More than its economic penetration of the region, it is China’s growing self-confidence and muscle-flexing that has aroused fears in its neighbors that its ultimate objective may be hegemony rather than harmony. Last year it dispatched troops to the Indian border to reinforce its claims to the state of Arunachal Pradesh, and it recently sent a flotilla of vessels en route to the Pacific for naval exercises between two Japanese islands without notifying Tokyo.
China’s projection of naval power has also increased tensions over territorial claims in the Parcel and Spratly Islands, whose surrounding waters could contain large oil and gas deposits. China signed a Declaration on the Conduct of Parties in the South China in 2002 in the spirit of “good neighborliness, pledging it and the other signatory nations – Malaysia, the Philippines, Vietnam, Brunei, and Taiwan – to resolve sovereignty issues in a peaceful manner. Although the agreement was not legally binding, it fostered the hope that Chinese leadership would in due course seek a negotiated resolution of the contested territory. Having long viewed the South China Sea as an integral part of China, however, Beijing has treated its ownership of the islands as a fait accompli. Last New Year’s Eve, it brazenly announced plans to transform the Parcels into a tourist site.
Some Southeast Asians believe that such behavior reflects Beijing’s wish to revive its imperial past, if not the tributary system that began during the Ming Dynasty. Thitinan Pongsudhirak, director of the Institute of International and Security Studies in Bangkok, said that “they see a pattern of the past coming true again,” when China saw Southeast Asia as “its backyard.” For this reason, ASEAN has encouraged the United States to become more actively engaged in the region in order to balance China’s growing power. Still, ASEAN members are keeping the U.S. at arms length. This is partly because they fear that greater American involvement could weaken ASEAN, which they consider essential for advocating their interests, and because they oppose policies that would dilute the Asia-centered character of regional integration.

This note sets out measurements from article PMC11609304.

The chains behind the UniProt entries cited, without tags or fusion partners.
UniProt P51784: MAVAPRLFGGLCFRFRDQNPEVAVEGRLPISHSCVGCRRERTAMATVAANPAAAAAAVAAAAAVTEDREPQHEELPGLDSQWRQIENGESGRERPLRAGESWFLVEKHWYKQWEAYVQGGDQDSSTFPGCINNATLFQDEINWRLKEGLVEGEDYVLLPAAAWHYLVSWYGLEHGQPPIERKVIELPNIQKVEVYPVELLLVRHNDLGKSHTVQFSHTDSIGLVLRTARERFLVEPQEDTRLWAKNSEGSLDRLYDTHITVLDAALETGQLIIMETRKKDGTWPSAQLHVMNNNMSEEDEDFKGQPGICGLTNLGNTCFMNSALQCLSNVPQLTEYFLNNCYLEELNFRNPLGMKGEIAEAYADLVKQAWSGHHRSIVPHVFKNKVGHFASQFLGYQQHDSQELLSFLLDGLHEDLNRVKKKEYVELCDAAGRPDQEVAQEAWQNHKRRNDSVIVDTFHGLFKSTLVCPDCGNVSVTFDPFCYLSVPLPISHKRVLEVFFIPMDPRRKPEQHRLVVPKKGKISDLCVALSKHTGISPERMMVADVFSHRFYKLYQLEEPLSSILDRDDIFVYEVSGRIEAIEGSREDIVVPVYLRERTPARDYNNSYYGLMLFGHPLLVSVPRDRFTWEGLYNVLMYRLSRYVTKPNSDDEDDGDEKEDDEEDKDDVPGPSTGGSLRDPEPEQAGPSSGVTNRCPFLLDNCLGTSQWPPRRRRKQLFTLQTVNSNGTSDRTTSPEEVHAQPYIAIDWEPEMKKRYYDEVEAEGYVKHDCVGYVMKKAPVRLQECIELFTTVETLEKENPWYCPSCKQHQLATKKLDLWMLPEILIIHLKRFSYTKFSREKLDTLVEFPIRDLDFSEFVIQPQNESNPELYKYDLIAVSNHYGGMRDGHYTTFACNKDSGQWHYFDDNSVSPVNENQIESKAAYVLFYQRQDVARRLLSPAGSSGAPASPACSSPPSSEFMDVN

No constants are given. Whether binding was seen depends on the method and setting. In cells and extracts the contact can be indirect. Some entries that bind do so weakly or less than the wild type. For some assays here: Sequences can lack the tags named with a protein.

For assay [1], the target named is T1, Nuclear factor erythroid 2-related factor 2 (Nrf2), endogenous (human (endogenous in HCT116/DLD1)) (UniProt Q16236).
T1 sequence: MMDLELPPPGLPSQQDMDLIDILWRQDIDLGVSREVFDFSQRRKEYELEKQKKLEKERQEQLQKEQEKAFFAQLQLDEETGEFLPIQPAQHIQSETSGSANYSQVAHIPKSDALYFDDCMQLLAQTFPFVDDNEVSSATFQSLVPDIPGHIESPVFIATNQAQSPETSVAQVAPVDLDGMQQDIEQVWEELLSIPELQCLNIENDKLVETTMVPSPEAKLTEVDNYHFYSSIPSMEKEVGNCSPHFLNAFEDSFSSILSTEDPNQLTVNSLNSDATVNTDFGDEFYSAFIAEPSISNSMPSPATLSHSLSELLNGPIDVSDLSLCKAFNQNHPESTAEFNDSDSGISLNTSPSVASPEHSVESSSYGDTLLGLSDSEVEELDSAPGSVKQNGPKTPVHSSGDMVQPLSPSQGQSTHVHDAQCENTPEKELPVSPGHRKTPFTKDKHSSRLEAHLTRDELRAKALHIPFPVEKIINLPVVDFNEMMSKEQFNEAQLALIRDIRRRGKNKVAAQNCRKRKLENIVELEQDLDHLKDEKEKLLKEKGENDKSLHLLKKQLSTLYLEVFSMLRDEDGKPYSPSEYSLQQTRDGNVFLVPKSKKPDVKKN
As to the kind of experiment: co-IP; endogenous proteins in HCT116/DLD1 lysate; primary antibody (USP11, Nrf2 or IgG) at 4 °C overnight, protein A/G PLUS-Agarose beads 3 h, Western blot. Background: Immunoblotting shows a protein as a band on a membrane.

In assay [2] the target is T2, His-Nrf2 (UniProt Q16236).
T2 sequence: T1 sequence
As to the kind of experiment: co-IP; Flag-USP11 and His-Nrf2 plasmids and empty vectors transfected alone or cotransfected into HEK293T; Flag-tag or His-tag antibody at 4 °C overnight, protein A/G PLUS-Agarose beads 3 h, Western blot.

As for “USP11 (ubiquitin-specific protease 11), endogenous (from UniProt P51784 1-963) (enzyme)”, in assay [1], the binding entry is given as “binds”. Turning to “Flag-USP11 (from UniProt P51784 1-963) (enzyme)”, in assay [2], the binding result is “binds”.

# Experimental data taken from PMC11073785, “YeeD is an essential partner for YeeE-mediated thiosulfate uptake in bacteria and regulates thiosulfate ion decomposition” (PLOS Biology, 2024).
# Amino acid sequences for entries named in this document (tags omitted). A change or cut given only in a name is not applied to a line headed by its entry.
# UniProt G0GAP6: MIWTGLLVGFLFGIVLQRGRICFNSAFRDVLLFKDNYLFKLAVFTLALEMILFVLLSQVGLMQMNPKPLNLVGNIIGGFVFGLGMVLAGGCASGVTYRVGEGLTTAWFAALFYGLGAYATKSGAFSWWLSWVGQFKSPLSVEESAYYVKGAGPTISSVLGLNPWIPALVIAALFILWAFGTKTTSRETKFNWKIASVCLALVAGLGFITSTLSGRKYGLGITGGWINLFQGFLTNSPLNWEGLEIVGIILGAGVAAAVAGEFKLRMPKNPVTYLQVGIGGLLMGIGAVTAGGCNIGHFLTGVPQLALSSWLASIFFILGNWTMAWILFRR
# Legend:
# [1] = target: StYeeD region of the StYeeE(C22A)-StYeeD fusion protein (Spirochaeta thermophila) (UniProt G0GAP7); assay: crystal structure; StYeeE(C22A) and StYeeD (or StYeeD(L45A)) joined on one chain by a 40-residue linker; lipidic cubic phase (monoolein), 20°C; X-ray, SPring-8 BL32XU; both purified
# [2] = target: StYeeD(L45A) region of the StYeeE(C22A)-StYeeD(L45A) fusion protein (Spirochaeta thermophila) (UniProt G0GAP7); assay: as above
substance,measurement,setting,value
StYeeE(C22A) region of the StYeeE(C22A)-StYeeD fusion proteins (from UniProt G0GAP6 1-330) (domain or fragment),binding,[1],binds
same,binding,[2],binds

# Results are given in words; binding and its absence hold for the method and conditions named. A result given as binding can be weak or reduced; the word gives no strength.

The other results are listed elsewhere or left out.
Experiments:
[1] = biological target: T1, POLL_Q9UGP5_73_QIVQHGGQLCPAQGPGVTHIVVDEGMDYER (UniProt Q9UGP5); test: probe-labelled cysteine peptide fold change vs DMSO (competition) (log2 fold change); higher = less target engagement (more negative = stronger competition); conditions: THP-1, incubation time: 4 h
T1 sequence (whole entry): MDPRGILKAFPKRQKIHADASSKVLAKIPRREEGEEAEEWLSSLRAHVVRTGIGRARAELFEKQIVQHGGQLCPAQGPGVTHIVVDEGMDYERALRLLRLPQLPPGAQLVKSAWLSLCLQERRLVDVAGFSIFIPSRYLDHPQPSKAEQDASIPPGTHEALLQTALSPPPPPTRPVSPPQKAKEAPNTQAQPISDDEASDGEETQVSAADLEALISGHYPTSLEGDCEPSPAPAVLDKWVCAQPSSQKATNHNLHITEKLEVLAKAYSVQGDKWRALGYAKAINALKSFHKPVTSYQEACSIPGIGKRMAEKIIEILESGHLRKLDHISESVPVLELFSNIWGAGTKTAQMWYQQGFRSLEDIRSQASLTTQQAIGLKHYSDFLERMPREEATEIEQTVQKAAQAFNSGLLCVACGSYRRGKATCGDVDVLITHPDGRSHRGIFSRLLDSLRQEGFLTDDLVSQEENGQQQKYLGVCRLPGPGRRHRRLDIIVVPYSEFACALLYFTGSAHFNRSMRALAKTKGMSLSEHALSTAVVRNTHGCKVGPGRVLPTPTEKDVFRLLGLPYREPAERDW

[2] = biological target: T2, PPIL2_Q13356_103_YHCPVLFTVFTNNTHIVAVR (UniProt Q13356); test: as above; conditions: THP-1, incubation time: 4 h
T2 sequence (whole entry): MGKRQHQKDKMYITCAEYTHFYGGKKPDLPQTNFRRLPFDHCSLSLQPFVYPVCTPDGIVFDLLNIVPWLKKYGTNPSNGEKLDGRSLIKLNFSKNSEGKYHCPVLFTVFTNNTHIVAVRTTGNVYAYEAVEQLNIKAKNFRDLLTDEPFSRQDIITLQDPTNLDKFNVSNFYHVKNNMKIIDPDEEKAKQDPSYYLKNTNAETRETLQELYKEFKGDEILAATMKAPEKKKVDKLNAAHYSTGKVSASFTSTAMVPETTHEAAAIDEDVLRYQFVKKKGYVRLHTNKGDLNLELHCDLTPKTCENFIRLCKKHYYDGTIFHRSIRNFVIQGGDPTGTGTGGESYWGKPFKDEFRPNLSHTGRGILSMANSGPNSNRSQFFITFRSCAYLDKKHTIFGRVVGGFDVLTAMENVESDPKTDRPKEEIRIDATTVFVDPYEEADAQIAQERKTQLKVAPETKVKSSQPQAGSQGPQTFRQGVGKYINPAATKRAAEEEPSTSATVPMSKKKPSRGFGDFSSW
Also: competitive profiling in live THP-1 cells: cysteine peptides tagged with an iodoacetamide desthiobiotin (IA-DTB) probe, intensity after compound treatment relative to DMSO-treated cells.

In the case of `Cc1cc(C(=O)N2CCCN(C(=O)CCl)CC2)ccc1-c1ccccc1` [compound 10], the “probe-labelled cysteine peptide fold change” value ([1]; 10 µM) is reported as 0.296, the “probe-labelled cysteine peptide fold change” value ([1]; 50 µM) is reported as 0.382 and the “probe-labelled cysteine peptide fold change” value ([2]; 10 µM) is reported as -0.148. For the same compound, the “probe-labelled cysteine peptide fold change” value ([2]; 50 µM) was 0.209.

Besides, no one in Asia wants to alienate China, which remains, in spite of its truculent behavior, the engine of economic growth and the catalyst of the process of asianization. Ideally, all Asian states would like a relationship with the U.S. similar to the one Europe enjoys, one in which the U.S. continues to underwrite their security without interfering in the development of regional economic policies and architectures.
Whether they can have their cake and eat it too remains to be seen. Notwithstanding its recent muscle-flexing, China could revert to the agile diplomacy that enabled it to ingratiate itself with the Asia-Pacific community and with the U.S. Resolving the competing sovereignty issues in the South China Sea would give credence to China’s “peaceful rise” rhetoric and thus increase the prospect of multilateral cooperation. As China becomes more powerful and more confident, however, the odds are that it will increasingly assert its perceived prerogatives in Asia, much as the U.S. has historically done in the Western Hemisphere. In this eventuality, the ASEAN community, if not the region’s larger states, influenced by a shared history and cultural attachments, will probably seek some modus vivendi with China, perhaps one that sacrifices their foreign-policy independence for trade and security. Either way, the U.S. will no longer be primus inter pares in Asia, much less the dominant actor.
Hugh De Santis is analytic director at Centra Technology. He is a former career officer in the Department of State and chair of the department of national security strategy at the National War College. His comments do not necessarily express the views of Centra Technology or the U.S. Government. Photo credit: Reuters Pictures.